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Designed back in the 1970’s by Tom Dalgliesh and published in 1976 by Gamma Two this is a revised edition still credited to Tom but under the gentle guidance of his son, Grant. 

It is a game of very few rules, just one folded A4 sheet printed on all sides allows it to be a game that lasts between 30 minutes to an hour for 2-6 players.

Usually, or at least quite often, when a games rules are as briefly presented as they are for The Last Spike it means there are rules which will arise during play that are going to be open for discussion. This isn’t the case with The Last Spike as the rules are succinct, clearly understandable and have no ambiguous questions about any aspect of play. Even if you don’t like them or disagree with them in as much as you might like them to have been written a little differently, they are clear and defined.

The components are in line with many recent Columbia Games products, being a folded, efficiently designed board which shows a simplified play area comprising a diamond shape of building areas for railway tracks with a diagonal cross of similar building area boxes inserted into the diamond. At every point and intersection sits a major North American town –nine different towns in total, each given a specific colour for ease and speed of identification.

The Railway Tracks that players will build into the boxes are square (but not cubed) black wooden tiles, blank on one side and with an ID number, a visual of a short length of track and finally a $value that is the cost to play the tile (build the track). The tiles are created so they can stand on one edge facing the owning player and be read by that player alone while being kept secret from other players.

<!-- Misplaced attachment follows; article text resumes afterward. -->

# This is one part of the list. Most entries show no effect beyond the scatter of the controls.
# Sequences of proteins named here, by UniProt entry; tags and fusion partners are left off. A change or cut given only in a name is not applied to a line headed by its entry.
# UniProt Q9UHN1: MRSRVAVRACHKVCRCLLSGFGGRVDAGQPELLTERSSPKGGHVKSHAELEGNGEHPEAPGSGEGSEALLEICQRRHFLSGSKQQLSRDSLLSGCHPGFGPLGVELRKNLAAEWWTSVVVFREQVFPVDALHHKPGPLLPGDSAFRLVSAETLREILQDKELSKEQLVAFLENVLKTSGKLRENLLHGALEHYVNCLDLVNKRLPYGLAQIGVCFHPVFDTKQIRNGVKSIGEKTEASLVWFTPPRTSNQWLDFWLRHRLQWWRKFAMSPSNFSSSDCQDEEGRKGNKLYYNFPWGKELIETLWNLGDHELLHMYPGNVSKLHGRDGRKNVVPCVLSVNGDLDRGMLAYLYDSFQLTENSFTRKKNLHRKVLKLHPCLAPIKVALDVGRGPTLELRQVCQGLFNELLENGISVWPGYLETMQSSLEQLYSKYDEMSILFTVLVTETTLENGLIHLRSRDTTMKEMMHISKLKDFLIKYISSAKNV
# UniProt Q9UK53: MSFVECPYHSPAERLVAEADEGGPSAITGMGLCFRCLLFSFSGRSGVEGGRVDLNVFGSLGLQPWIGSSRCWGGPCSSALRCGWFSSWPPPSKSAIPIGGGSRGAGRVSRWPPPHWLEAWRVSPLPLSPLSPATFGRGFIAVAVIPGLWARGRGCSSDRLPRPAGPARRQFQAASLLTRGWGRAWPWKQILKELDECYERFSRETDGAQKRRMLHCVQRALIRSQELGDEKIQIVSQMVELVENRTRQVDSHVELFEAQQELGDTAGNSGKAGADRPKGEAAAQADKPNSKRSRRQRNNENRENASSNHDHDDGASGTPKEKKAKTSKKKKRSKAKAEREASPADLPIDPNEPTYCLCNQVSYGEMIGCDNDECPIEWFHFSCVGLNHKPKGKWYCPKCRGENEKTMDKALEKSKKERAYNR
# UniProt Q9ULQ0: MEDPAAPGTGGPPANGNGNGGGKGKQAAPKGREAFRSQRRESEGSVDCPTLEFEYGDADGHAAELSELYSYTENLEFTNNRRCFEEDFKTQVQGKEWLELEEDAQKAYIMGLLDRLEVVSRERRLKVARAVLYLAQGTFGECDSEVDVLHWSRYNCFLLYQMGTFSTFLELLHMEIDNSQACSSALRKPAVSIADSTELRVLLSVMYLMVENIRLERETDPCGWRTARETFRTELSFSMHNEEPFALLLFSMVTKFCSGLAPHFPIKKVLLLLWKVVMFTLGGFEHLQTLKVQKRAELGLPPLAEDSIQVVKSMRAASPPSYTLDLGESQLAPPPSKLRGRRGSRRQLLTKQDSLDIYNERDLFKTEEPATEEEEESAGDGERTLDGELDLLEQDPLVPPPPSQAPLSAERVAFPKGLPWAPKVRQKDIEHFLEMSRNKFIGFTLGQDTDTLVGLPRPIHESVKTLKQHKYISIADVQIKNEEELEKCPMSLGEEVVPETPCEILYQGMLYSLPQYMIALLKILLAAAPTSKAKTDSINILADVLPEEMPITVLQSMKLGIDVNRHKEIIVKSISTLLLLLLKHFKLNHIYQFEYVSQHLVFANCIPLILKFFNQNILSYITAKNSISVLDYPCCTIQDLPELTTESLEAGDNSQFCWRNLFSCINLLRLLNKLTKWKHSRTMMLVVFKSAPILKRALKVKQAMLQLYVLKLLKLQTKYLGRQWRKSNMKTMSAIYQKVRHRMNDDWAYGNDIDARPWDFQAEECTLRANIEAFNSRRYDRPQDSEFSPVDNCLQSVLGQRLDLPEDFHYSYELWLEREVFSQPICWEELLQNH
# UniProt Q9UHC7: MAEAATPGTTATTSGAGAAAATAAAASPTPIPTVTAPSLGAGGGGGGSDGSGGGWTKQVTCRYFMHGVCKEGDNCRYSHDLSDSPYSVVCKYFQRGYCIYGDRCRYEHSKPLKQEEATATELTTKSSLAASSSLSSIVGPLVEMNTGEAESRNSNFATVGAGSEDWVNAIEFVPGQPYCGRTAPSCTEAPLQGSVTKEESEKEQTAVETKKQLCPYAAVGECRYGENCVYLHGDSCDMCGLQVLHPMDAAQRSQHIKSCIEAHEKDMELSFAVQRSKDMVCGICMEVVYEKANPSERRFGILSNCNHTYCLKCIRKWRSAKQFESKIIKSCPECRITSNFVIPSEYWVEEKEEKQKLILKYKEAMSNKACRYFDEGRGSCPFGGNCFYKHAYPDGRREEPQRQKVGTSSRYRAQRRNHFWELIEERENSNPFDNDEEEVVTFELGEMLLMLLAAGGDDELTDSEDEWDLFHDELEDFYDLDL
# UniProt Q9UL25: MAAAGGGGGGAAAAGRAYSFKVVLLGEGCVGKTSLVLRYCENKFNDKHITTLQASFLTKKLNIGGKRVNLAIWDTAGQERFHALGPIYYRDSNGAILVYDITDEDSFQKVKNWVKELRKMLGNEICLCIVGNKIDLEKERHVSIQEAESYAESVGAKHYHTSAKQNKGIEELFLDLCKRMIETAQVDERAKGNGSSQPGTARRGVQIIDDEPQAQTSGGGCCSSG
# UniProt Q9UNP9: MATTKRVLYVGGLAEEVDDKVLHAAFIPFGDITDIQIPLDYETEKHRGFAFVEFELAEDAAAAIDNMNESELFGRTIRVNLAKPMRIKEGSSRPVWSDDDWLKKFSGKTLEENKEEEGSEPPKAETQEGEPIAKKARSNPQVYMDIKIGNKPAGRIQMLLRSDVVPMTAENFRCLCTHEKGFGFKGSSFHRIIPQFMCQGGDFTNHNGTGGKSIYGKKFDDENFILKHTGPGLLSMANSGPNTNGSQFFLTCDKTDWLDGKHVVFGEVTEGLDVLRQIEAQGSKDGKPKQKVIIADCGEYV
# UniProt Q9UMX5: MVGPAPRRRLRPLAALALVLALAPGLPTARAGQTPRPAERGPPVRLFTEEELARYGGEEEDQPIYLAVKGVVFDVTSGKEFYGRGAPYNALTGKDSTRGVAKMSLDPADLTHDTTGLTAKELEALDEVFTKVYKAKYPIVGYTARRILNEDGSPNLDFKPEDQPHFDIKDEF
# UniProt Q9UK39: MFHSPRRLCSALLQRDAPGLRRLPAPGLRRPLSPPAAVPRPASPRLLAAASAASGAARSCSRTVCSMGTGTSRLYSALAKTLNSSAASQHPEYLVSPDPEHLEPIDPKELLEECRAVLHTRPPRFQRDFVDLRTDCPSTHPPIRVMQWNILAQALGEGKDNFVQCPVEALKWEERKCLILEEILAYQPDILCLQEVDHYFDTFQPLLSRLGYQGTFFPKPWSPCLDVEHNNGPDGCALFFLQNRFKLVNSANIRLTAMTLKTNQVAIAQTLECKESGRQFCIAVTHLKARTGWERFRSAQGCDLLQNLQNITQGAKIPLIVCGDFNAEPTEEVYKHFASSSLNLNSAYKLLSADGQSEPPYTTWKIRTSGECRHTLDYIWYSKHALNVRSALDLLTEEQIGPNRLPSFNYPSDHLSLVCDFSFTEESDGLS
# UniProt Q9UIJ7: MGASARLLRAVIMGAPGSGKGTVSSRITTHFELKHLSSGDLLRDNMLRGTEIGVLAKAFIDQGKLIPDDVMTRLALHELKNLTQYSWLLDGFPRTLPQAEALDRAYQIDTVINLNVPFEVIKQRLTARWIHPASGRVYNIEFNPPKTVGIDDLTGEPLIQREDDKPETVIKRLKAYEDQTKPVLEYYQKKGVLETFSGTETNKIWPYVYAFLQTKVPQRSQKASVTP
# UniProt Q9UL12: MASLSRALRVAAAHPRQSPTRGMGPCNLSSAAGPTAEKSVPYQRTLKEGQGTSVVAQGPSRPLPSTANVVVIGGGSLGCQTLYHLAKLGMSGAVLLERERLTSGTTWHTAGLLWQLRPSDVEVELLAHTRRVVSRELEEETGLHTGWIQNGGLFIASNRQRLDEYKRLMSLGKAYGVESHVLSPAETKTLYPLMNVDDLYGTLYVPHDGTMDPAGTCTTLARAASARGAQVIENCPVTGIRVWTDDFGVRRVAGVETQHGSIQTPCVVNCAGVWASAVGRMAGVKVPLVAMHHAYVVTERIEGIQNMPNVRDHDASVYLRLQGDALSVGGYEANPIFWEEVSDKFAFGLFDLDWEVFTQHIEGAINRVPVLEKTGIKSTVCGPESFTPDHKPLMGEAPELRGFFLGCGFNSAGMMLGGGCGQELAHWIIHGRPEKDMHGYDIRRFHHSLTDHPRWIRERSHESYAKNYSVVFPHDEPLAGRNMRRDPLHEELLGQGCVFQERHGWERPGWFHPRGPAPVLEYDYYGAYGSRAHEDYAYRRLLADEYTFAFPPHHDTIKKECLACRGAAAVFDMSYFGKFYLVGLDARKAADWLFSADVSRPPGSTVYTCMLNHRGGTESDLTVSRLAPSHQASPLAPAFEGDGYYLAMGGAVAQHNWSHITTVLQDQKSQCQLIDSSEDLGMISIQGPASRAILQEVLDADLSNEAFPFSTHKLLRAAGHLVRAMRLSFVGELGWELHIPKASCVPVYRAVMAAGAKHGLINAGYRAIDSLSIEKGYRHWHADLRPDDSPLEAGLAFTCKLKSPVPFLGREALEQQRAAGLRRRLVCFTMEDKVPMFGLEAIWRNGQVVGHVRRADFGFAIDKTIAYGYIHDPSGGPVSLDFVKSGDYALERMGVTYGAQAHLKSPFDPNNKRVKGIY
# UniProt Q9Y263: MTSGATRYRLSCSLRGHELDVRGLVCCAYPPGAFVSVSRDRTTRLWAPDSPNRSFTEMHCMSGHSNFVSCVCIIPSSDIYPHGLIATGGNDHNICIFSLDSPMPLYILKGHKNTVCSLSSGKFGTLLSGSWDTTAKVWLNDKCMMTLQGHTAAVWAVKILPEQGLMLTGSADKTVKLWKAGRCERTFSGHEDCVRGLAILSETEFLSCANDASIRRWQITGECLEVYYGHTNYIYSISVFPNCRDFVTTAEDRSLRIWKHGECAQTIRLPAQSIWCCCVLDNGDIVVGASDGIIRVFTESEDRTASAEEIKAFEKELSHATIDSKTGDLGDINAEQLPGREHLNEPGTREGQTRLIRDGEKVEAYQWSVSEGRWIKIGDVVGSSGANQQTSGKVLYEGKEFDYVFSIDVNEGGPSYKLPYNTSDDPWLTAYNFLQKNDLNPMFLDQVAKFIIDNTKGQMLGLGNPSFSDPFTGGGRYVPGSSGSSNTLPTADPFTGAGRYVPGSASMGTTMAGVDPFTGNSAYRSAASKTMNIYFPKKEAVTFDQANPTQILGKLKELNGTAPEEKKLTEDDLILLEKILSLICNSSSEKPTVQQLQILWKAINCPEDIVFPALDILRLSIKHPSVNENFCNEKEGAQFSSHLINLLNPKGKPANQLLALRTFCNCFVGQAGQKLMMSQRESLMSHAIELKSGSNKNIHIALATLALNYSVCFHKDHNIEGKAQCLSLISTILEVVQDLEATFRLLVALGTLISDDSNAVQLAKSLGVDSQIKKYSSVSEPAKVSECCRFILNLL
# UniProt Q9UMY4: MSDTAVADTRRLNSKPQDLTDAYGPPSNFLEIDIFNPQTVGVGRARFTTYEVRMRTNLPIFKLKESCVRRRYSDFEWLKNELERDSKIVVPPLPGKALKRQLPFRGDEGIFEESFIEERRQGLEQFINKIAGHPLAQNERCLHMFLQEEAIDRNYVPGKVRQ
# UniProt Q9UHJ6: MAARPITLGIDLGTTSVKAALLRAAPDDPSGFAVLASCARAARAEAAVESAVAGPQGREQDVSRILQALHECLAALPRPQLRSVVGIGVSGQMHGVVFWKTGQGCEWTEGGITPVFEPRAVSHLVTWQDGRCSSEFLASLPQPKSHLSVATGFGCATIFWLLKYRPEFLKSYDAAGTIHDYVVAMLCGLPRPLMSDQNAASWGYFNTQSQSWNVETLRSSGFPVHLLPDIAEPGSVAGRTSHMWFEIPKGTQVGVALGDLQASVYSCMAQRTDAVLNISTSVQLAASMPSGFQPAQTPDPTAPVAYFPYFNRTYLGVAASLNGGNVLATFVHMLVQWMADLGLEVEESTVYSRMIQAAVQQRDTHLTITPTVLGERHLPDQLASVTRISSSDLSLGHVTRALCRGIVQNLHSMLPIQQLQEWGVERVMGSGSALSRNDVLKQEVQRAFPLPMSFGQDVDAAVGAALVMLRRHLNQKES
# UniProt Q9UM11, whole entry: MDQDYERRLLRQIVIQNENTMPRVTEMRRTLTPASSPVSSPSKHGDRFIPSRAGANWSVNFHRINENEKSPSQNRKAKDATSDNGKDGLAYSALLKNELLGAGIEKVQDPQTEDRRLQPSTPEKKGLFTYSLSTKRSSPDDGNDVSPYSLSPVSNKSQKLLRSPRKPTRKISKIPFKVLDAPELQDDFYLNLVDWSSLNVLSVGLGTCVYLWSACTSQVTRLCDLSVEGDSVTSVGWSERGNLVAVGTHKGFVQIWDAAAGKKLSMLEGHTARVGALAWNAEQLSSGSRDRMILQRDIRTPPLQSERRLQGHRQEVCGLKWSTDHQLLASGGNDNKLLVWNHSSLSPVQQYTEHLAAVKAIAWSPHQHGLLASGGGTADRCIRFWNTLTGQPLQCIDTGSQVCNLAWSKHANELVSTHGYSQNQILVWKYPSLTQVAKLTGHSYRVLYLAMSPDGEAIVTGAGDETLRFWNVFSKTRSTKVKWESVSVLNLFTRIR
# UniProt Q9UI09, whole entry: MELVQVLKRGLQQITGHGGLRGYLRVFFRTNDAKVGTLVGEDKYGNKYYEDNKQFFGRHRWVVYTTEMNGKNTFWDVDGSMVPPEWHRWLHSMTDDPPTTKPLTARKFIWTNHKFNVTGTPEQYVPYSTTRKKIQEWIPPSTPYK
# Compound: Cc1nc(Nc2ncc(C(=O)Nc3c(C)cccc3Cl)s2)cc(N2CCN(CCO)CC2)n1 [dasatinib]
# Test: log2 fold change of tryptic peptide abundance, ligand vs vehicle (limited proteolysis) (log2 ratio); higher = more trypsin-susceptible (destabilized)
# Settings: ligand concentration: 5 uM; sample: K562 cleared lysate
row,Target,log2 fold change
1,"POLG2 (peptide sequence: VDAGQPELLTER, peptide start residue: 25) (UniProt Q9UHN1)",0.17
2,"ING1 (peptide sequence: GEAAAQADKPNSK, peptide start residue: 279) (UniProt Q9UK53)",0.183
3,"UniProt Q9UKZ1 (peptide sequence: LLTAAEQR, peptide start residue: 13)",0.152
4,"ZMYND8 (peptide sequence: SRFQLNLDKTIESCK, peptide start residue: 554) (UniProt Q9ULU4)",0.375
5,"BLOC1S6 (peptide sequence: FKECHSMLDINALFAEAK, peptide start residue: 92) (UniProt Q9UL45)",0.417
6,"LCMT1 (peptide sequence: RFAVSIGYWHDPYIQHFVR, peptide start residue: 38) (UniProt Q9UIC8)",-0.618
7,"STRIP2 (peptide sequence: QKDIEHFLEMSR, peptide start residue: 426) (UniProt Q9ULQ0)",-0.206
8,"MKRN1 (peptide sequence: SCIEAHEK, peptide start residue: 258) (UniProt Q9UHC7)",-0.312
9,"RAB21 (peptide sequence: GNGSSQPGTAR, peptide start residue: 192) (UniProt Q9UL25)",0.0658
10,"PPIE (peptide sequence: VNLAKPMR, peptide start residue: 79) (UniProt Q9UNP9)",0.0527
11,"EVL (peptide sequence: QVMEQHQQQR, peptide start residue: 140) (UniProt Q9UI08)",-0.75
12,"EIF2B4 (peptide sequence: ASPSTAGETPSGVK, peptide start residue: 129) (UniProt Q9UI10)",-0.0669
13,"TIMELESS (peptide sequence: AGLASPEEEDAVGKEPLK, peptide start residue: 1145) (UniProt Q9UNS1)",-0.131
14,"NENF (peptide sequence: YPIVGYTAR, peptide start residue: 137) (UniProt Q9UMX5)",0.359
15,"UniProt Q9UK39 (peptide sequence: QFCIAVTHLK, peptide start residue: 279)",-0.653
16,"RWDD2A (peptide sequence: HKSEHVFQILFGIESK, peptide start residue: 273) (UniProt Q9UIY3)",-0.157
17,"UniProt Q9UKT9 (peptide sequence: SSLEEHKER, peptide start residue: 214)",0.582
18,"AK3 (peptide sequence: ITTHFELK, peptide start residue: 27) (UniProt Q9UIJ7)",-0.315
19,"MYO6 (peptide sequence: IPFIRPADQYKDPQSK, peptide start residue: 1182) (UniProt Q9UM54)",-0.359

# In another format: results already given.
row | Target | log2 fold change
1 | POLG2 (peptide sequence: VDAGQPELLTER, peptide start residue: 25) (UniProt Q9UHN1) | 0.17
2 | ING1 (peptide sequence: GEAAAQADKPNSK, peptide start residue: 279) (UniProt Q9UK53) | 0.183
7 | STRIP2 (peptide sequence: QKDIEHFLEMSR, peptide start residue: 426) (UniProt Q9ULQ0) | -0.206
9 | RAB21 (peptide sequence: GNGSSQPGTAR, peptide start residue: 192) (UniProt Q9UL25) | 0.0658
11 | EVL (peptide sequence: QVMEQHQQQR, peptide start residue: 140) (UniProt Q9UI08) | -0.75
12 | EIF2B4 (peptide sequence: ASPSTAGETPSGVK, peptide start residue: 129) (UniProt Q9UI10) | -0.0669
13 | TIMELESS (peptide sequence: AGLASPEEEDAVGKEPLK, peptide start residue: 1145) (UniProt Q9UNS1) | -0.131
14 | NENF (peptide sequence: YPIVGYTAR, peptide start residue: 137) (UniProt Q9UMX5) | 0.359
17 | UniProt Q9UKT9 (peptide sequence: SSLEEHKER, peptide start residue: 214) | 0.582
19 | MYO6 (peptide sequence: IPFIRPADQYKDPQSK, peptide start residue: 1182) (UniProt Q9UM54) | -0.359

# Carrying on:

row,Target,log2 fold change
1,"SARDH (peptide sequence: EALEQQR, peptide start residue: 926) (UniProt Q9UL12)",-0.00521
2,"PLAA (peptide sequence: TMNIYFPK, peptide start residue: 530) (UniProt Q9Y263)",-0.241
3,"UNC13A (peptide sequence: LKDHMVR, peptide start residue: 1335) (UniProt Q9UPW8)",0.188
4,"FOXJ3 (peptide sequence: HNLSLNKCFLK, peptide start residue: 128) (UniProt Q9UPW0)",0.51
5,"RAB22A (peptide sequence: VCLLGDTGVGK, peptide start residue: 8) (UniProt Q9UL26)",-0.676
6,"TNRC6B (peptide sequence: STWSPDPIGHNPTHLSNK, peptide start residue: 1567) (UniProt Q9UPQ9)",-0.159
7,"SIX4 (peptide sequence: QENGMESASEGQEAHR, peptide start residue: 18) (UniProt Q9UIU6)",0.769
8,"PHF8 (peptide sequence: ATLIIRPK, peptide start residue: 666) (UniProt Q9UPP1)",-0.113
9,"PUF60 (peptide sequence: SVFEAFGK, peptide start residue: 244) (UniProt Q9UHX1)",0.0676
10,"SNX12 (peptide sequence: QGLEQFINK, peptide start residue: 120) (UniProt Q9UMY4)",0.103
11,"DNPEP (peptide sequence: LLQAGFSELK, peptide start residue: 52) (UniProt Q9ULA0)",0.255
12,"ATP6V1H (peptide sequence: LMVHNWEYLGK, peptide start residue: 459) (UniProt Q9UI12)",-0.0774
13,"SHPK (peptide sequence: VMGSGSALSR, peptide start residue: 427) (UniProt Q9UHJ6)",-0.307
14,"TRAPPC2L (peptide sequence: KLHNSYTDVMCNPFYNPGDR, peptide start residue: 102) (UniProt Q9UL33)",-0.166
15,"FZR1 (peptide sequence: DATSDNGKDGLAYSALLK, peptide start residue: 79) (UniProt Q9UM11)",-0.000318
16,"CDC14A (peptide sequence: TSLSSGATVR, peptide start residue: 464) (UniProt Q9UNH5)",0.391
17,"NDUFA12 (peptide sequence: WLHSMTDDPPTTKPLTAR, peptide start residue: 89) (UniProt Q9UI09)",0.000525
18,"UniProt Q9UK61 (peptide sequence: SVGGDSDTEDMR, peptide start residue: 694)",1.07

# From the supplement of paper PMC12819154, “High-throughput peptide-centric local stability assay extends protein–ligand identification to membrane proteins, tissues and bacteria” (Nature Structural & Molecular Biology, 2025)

The remaining pieces are Blue ($10k) White ($5k) and Red ($1k) money chits (plain wooden counters) and a deck of 45 City cards, 5 cards per city. These cards are rated in $value and are separated into city stacks, face-up with the lowest value card on top and descending through the stack in scending value.

Each player starts with an amount of money depending on the number of players. Money is deliberately tight to encourage careful budgeting, spending and planning as being part of the game, but poor luck can ruin the best laid tracks of man and railroad baron. The Track tiles are placed face down and mixed thoroughly and each player secretly draws four to make their playing hand. In a 2-player game one tile is withdrawn, also secretly and randomly, from the game and put aside, it’s ID and value unseen.

The game now follows the well tried and tested mechanic of play a tile, draw a tile, with an option between for buying city cards. Players are inhibited as to where they can build by the tiles they have in front of them, rather like the (what now seems like ancient 1964 Sid Sackson/Avalon Hill) game of “Acquire”, as each track tile can only be placed in the space on the board represented by the same Identification Letter and Number. It costs in $dollars the amount shown on the tile to lay it.

Track tiles should now be played either next to a City or next to a previously played Track tile. However if on your turn you do not have such a tile you may place any tile at double its cost. This is something you cannot afford to do very often and should avoid unless you desperately need to play the tile. The first player to play next to a city gets a FREE land Grant – this being the city card with the $Zero value. Four cities have two possibilities and four cities have three; Denver in the centre of the board has four possible starting tracks.

Note that on your turn you must always build/lay a track, it is not optional, which often means you have to pay double to build non-adjacent even if you have to sell cards back to the bank (at half their value) to be able to do so. If you cannot raise enough cash to play you are out of the game. This is a bit harsh but it only usually happens near the end of the game or to a player who hasn’t been paying attention to their tiles. An amount of luck may assist in a player’s failure to have enough cash but this isn’t a game you can simply blame luck on, good or bad; luck plays a large part but so does thought.